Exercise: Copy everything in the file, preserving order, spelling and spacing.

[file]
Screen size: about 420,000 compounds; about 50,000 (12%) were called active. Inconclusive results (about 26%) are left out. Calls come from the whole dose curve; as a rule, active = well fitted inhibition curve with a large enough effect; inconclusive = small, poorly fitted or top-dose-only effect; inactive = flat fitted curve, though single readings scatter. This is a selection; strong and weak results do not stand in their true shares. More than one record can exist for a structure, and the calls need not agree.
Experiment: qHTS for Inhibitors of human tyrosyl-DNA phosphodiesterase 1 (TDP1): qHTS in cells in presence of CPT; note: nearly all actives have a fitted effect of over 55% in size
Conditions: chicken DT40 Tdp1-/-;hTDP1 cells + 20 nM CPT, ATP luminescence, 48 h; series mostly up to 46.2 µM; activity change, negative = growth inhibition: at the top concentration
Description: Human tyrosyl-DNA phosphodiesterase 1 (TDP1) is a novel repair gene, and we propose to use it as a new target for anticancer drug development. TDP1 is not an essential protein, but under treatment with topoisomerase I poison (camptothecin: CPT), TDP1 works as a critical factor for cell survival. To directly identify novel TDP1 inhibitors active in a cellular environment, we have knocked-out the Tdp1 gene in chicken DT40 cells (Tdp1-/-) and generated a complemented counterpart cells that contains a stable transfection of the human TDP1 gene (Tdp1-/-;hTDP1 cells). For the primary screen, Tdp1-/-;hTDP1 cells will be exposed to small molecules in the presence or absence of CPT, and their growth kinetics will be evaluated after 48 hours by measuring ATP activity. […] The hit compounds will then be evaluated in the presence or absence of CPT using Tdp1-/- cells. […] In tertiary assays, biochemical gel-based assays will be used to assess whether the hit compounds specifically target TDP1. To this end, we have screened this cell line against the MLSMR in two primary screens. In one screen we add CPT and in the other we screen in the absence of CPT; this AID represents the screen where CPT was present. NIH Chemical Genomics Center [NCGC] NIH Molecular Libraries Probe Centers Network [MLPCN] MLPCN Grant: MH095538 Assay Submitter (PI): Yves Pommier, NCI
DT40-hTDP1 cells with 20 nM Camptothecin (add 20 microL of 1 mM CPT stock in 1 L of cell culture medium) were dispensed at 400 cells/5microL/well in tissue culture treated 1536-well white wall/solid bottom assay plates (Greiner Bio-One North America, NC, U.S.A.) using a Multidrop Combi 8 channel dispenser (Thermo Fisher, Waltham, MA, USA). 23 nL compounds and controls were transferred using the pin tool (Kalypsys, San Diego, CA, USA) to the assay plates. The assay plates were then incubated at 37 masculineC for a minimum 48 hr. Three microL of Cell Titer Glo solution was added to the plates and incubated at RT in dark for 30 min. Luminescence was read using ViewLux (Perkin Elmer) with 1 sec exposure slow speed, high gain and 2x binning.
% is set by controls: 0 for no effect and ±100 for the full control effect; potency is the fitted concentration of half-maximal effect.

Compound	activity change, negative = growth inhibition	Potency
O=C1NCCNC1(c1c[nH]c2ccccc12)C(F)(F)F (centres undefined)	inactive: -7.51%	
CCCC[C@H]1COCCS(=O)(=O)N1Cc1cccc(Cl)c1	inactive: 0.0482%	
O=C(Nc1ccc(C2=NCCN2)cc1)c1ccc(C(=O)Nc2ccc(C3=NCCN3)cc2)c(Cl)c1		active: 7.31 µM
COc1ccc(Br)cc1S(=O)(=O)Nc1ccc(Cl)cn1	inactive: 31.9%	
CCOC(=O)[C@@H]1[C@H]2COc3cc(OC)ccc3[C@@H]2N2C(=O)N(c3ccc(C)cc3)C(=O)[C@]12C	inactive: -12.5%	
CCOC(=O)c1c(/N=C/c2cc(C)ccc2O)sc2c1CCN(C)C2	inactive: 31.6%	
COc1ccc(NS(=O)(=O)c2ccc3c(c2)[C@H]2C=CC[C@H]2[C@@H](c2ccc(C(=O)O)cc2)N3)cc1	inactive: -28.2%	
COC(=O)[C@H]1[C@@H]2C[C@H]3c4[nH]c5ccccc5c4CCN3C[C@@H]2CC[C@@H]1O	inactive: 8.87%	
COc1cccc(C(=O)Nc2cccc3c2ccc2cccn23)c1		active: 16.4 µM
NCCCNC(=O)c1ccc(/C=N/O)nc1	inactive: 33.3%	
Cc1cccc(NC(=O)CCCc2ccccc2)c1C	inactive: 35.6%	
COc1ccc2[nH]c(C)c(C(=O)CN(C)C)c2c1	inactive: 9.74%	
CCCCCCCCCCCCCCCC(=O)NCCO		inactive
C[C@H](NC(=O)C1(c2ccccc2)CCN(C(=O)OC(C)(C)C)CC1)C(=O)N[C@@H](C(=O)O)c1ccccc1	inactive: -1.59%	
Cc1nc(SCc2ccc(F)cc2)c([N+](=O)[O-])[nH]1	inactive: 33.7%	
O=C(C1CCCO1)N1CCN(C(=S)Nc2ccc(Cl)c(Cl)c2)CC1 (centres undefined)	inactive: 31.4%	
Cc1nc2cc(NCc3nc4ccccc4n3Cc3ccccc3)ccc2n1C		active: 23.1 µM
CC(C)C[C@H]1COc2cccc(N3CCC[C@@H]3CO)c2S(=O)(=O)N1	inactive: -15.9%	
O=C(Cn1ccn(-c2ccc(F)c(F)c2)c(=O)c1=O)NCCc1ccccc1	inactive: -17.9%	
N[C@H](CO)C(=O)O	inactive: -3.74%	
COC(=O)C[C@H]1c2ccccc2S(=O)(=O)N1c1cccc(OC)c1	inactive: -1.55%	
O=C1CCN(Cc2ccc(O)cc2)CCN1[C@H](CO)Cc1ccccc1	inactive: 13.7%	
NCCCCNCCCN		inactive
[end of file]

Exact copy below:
Screen size: about 420,000 compounds; about 50,000 (12%) were called active. Inconclusive results (about 26%) are left out. Calls come from the whole dose curve; as a rule, active = well fitted inhibition curve with a large enough effect; inconclusive = small, poorly fitted or top-dose-only effect; inactive = flat fitted curve, though single readings scatter. This is a selection; strong and weak results do not stand in their true shares. More than one record can exist for a structure, and the calls need not agree.
Experiment: qHTS for Inhibitors of human tyrosyl-DNA phosphodiesterase 1 (TDP1): qHTS in cells in presence of CPT; note: nearly all actives have a fitted effect of over 55% in size
Conditions: chicken DT40 Tdp1-/-;hTDP1 cells + 20 nM CPT, ATP luminescence, 48 h; series mostly up to 46.2 µM; activity change, negative = growth inhibition: at the top concentration
Description: Human tyrosyl-DNA phosphodiesterase 1 (TDP1) is a novel repair gene, and we propose to use it as a new target for anticancer drug development. TDP1 is not an essential protein, but under treatment with topoisomerase I poison (camptothecin: CPT), TDP1 works as a critical factor for cell survival. To directly identify novel TDP1 inhibitors active in a cellular environment, we have knocked-out the Tdp1 gene in chicken DT40 cells (Tdp1-/-) and generated a complemented counterpart cells that contains a stable transfection of the human TDP1 gene (Tdp1-/-;hTDP1 cells). For the primary screen, Tdp1-/-;hTDP1 cells will be exposed to small molecules in the presence or absence of CPT, and their growth kinetics will be evaluated after 48 hours by measuring ATP activity. […] The hit compounds will then be evaluated in the presence or absence of CPT using Tdp1-/- cells. […] In tertiary assays, biochemical gel-based assays will be used to assess whether the hit compounds specifically target TDP1. To this end, we have screened this cell line against the MLSMR in two primary screens. In one screen we add CPT and in the other we screen in the absence of CPT; this AID represents the screen where CPT was present. NIH Chemical Genomics Center [NCGC] NIH Molecular Libraries Probe Centers Network [MLPCN] MLPCN Grant: MH095538 Assay Submitter (PI): Yves Pommier, NCI
DT40-hTDP1 cells with 20 nM Camptothecin (add 20 microL of 1 mM CPT stock in 1 L of cell culture medium) were dispensed at 400 cells/5microL/well in tissue culture treated 1536-well white wall/solid bottom assay plates (Greiner Bio-One North America, NC, U.S.A.) using a Multidrop Combi 8 channel dispenser (Thermo Fisher, Waltham, MA, USA). 23 nL compounds and controls were transferred using the pin tool (Kalypsys, San Diego, CA, USA) to the assay plates. The assay plates were then incubated at 37 masculineC for a minimum 48 hr. Three microL of Cell Titer Glo solution was added to the plates and incubated at RT in dark for 30 min. Luminescence was read using ViewLux (Perkin Elmer) with 1 sec exposure slow speed, high gain and 2x binning.
% is set by controls: 0 for no effect and ±100 for the full control effect; potency is the fitted concentration of half-maximal effect.

Compound	activity change, negative = growth inhibition	Potency
O=C1NCCNC1(c1c[nH]c2ccccc12)C(F)(F)F (centres undefined)	inactive: -7.51%	
CCCC[C@H]1COCCS(=O)(=O)N1Cc1cccc(Cl)c1	inactive: 0.0482%	
O=C(Nc1ccc(C2=NCCN2)cc1)c1ccc(C(=O)Nc2ccc(C3=NCCN3)cc2)c(Cl)c1		active: 7.31 µM
COc1ccc(Br)cc1S(=O)(=O)Nc1ccc(Cl)cn1	inactive: 31.9%	
CCOC(=O)[C@@H]1[C@H]2COc3cc(OC)ccc3[C@@H]2N2C(=O)N(c3ccc(C)cc3)C(=O)[C@]12C	inactive: -12.5%	
CCOC(=O)c1c(/N=C/c2cc(C)ccc2O)sc2c1CCN(C)C2	inactive: 31.6%	
COc1ccc(NS(=O)(=O)c2ccc3c(c2)[C@H]2C=CC[C@H]2[C@@H](c2ccc(C(=O)O)cc2)N3)cc1	inactive: -28.2%	
COC(=O)[C@H]1[C@@H]2C[C@H]3c4[nH]c5ccccc5c4CCN3C[C@@H]2CC[C@@H]1O	inactive: 8.87%	
COc1cccc(C(=O)Nc2cccc3c2ccc2cccn23)c1		active: 16.4 µM
NCCCNC(=O)c1ccc(/C=N/O)nc1	inactive: 33.3%	
Cc1cccc(NC(=O)CCCc2ccccc2)c1C	inactive: 35.6%	
COc1ccc2[nH]c(C)c(C(=O)CN(C)C)c2c1	inactive: 9.74%	
CCCCCCCCCCCCCCCC(=O)NCCO		inactive
C[C@H](NC(=O)C1(c2ccccc2)CCN(C(=O)OC(C)(C)C)CC1)C(=O)N[C@@H](C(=O)O)c1ccccc1	inactive: -1.59%	
Cc1nc(SCc2ccc(F)cc2)c([N+](=O)[O-])[nH]1	inactive: 33.7%	
O=C(C1CCCO1)N1CCN(C(=S)Nc2ccc(Cl)c(Cl)c2)CC1 (centres undefined)	inactive: 31.4%	
Cc1nc2cc(NCc3nc4ccccc4n3Cc3ccccc3)ccc2n1C		active: 23.1 µM
CC(C)C[C@H]1COc2cccc(N3CCC[C@@H]3CO)c2S(=O)(=O)N1	inactive: -15.9%	
O=C(Cn1ccn(-c2ccc(F)c(F)c2)c(=O)c1=O)NCCc1ccccc1	inactive: -17.9%	
N[C@H](CO)C(=O)O	inactive: -3.74%	
COC(=O)C[C@H]1c2ccccc2S(=O)(=O)N1c1cccc(OC)c1	inactive: -1.55%	
O=C1CCN(Cc2ccc(O)cc2)CCN1[C@H](CO)Cc1ccccc1	inactive: 13.7%	
NCCCCNCCCN		inactive